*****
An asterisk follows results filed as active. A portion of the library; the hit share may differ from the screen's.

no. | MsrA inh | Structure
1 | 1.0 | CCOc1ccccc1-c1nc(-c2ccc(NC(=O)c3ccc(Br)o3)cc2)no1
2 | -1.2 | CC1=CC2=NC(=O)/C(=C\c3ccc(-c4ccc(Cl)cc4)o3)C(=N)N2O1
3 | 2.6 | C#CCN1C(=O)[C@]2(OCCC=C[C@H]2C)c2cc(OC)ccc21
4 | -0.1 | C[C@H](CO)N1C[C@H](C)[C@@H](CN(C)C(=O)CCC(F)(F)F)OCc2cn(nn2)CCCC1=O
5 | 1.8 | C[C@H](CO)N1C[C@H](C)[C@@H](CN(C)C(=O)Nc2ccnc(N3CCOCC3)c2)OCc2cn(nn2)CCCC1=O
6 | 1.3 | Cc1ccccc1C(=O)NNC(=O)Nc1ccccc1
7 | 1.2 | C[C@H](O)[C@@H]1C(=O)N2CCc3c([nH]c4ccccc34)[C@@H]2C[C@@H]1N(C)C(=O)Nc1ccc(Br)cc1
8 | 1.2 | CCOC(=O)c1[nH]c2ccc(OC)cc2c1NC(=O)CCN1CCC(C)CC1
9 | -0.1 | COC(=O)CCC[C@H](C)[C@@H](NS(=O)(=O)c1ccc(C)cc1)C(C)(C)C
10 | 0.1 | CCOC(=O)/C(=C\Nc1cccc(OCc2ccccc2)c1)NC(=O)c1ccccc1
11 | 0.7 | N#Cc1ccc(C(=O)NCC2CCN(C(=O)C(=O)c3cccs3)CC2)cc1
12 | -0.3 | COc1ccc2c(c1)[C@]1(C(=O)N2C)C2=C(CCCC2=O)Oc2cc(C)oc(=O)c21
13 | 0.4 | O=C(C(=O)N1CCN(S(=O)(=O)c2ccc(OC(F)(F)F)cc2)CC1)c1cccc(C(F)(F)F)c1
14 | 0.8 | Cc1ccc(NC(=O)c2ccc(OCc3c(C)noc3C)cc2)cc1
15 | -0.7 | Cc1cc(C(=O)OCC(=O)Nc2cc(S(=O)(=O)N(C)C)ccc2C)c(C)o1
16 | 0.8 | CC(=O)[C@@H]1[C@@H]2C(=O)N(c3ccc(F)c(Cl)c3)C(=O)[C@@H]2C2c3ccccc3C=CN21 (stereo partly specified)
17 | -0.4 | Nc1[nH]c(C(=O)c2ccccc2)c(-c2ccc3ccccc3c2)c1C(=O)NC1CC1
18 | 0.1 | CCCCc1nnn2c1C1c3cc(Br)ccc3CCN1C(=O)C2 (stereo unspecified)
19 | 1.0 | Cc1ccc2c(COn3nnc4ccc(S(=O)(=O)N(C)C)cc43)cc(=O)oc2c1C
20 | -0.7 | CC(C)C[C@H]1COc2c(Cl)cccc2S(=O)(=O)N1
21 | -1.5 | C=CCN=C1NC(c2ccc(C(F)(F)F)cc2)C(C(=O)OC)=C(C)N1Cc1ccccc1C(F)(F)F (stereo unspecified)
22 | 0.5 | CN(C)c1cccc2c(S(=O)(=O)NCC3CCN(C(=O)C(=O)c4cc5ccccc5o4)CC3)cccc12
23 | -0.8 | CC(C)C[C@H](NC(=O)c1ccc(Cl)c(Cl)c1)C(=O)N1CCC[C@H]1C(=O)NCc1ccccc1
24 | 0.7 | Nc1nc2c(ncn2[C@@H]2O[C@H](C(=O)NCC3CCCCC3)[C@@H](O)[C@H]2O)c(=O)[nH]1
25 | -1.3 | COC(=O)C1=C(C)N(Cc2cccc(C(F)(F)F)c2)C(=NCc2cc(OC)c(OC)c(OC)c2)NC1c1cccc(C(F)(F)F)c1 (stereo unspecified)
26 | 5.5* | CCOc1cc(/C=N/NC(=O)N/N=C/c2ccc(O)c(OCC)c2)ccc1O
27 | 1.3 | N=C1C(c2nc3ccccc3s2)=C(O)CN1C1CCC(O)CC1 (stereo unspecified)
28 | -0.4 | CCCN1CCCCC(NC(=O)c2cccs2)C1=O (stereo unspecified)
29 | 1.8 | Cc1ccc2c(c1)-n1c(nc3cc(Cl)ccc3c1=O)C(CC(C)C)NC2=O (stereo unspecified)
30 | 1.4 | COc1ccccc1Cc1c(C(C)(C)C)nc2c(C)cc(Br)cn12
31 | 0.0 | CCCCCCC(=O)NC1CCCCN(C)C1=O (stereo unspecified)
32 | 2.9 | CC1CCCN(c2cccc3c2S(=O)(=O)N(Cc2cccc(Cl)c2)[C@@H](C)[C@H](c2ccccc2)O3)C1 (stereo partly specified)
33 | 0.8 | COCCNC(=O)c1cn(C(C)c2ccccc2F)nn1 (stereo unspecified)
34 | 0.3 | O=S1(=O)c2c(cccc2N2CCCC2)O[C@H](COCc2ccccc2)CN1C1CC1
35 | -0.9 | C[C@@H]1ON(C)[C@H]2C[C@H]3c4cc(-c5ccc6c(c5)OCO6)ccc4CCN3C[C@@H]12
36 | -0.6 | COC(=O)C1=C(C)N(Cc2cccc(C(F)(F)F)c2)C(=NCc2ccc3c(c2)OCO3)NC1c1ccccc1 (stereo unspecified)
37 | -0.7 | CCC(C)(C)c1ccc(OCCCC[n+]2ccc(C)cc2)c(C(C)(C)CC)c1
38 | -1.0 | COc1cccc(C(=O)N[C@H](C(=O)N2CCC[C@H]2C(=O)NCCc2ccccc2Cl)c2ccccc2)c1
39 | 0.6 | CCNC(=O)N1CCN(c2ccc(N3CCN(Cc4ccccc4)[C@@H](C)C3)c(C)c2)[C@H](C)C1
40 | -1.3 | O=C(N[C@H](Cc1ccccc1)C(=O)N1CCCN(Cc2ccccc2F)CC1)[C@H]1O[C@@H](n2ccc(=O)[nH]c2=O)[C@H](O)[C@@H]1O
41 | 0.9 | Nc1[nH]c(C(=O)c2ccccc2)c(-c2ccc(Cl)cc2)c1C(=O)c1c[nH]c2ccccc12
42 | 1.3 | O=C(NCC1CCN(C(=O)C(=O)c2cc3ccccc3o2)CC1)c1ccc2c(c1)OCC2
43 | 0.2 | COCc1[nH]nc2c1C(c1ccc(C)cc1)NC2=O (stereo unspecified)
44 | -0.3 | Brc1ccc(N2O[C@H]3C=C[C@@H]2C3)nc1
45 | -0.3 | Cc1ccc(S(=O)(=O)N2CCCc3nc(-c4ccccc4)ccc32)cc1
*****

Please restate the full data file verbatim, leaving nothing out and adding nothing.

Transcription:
An asterisk follows results filed as active. A portion of the library; the hit share may differ from the screen's.

no. | MsrA inh | Structure
1 | 1.0 | CCOc1ccccc1-c1nc(-c2ccc(NC(=O)c3ccc(Br)o3)cc2)no1
2 | -1.2 | CC1=CC2=NC(=O)/C(=C\c3ccc(-c4ccc(Cl)cc4)o3)C(=N)N2O1
3 | 2.6 | C#CCN1C(=O)[C@]2(OCCC=C[C@H]2C)c2cc(OC)ccc21
4 | -0.1 | C[C@H](CO)N1C[C@H](C)[C@@H](CN(C)C(=O)CCC(F)(F)F)OCc2cn(nn2)CCCC1=O
5 | 1.8 | C[C@H](CO)N1C[C@H](C)[C@@H](CN(C)C(=O)Nc2ccnc(N3CCOCC3)c2)OCc2cn(nn2)CCCC1=O
6 | 1.3 | Cc1ccccc1C(=O)NNC(=O)Nc1ccccc1
7 | 1.2 | C[C@H](O)[C@@H]1C(=O)N2CCc3c([nH]c4ccccc34)[C@@H]2C[C@@H]1N(C)C(=O)Nc1ccc(Br)cc1
8 | 1.2 | CCOC(=O)c1[nH]c2ccc(OC)cc2c1NC(=O)CCN1CCC(C)CC1
9 | -0.1 | COC(=O)CCC[C@H](C)[C@@H](NS(=O)(=O)c1ccc(C)cc1)C(C)(C)C
10 | 0.1 | CCOC(=O)/C(=C\Nc1cccc(OCc2ccccc2)c1)NC(=O)c1ccccc1
11 | 0.7 | N#Cc1ccc(C(=O)NCC2CCN(C(=O)C(=O)c3cccs3)CC2)cc1
12 | -0.3 | COc1ccc2c(c1)[C@]1(C(=O)N2C)C2=C(CCCC2=O)Oc2cc(C)oc(=O)c21
13 | 0.4 | O=C(C(=O)N1CCN(S(=O)(=O)c2ccc(OC(F)(F)F)cc2)CC1)c1cccc(C(F)(F)F)c1
14 | 0.8 | Cc1ccc(NC(=O)c2ccc(OCc3c(C)noc3C)cc2)cc1
15 | -0.7 | Cc1cc(C(=O)OCC(=O)Nc2cc(S(=O)(=O)N(C)C)ccc2C)c(C)o1
16 | 0.8 | CC(=O)[C@@H]1[C@@H]2C(=O)N(c3ccc(F)c(Cl)c3)C(=O)[C@@H]2C2c3ccccc3C=CN21 (stereo partly specified)
17 | -0.4 | Nc1[nH]c(C(=O)c2ccccc2)c(-c2ccc3ccccc3c2)c1C(=O)NC1CC1
18 | 0.1 | CCCCc1nnn2c1C1c3cc(Br)ccc3CCN1C(=O)C2 (stereo unspecified)
19 | 1.0 | Cc1ccc2c(COn3nnc4ccc(S(=O)(=O)N(C)C)cc43)cc(=O)oc2c1C
20 | -0.7 | CC(C)C[C@H]1COc2c(Cl)cccc2S(=O)(=O)N1
21 | -1.5 | C=CCN=C1NC(c2ccc(C(F)(F)F)cc2)C(C(=O)OC)=C(C)N1Cc1ccccc1C(F)(F)F (stereo unspecified)
22 | 0.5 | CN(C)c1cccc2c(S(=O)(=O)NCC3CCN(C(=O)C(=O)c4cc5ccccc5o4)CC3)cccc12
23 | -0.8 | CC(C)C[C@H](NC(=O)c1ccc(Cl)c(Cl)c1)C(=O)N1CCC[C@H]1C(=O)NCc1ccccc1
24 | 0.7 | Nc1nc2c(ncn2[C@@H]2O[C@H](C(=O)NCC3CCCCC3)[C@@H](O)[C@H]2O)c(=O)[nH]1
25 | -1.3 | COC(=O)C1=C(C)N(Cc2cccc(C(F)(F)F)c2)C(=NCc2cc(OC)c(OC)c(OC)c2)NC1c1cccc(C(F)(F)F)c1 (stereo unspecified)
26 | 5.5* | CCOc1cc(/C=N/NC(=O)N/N=C/c2ccc(O)c(OCC)c2)ccc1O
27 | 1.3 | N=C1C(c2nc3ccccc3s2)=C(O)CN1C1CCC(O)CC1 (stereo unspecified)
28 | -0.4 | CCCN1CCCCC(NC(=O)c2cccs2)C1=O (stereo unspecified)
29 | 1.8 | Cc1ccc2c(c1)-n1c(nc3cc(Cl)ccc3c1=O)C(CC(C)C)NC2=O (stereo unspecified)
30 | 1.4 | COc1ccccc1Cc1c(C(C)(C)C)nc2c(C)cc(Br)cn12
31 | 0.0 | CCCCCCC(=O)NC1CCCCN(C)C1=O (stereo unspecified)
32 | 2.9 | CC1CCCN(c2cccc3c2S(=O)(=O)N(Cc2cccc(Cl)c2)[C@@H](C)[C@H](c2ccccc2)O3)C1 (stereo partly specified)
33 | 0.8 | COCCNC(=O)c1cn(C(C)c2ccccc2F)nn1 (stereo unspecified)
34 | 0.3 | O=S1(=O)c2c(cccc2N2CCCC2)O[C@H](COCc2ccccc2)CN1C1CC1
35 | -0.9 | C[C@@H]1ON(C)[C@H]2C[C@H]3c4cc(-c5ccc6c(c5)OCO6)ccc4CCN3C[C@@H]12
36 | -0.6 | COC(=O)C1=C(C)N(Cc2cccc(C(F)(F)F)c2)C(=NCc2ccc3c(c2)OCO3)NC1c1ccccc1 (stereo unspecified)
37 | -0.7 | CCC(C)(C)c1ccc(OCCCC[n+]2ccc(C)cc2)c(C(C)(C)CC)c1
38 | -1.0 | COc1cccc(C(=O)N[C@H](C(=O)N2CCC[C@H]2C(=O)NCCc2ccccc2Cl)c2ccccc2)c1
39 | 0.6 | CCNC(=O)N1CCN(c2ccc(N3CCN(Cc4ccccc4)[C@@H](C)C3)c(C)c2)[C@H](C)C1
40 | -1.3 | O=C(N[C@H](Cc1ccccc1)C(=O)N1CCCN(Cc2ccccc2F)CC1)[C@H]1O[C@@H](n2ccc(=O)[nH]c2=O)[C@H](O)[C@@H]1O
41 | 0.9 | Nc1[nH]c(C(=O)c2ccccc2)c(-c2ccc(Cl)cc2)c1C(=O)c1c[nH]c2ccccc12
42 | 1.3 | O=C(NCC1CCN(C(=O)C(=O)c2cc3ccccc3o2)CC1)c1ccc2c(c1)OCC2
43 | 0.2 | COCc1[nH]nc2c1C(c1ccc(C)cc1)NC2=O (stereo unspecified)
44 | -0.3 | Brc1ccc(N2O[C@H]3C=C[C@@H]2C3)nc1
45 | -0.3 | Cc1ccc(S(=O)(=O)N2CCCc3nc(-c4ccccc4)ccc32)cc1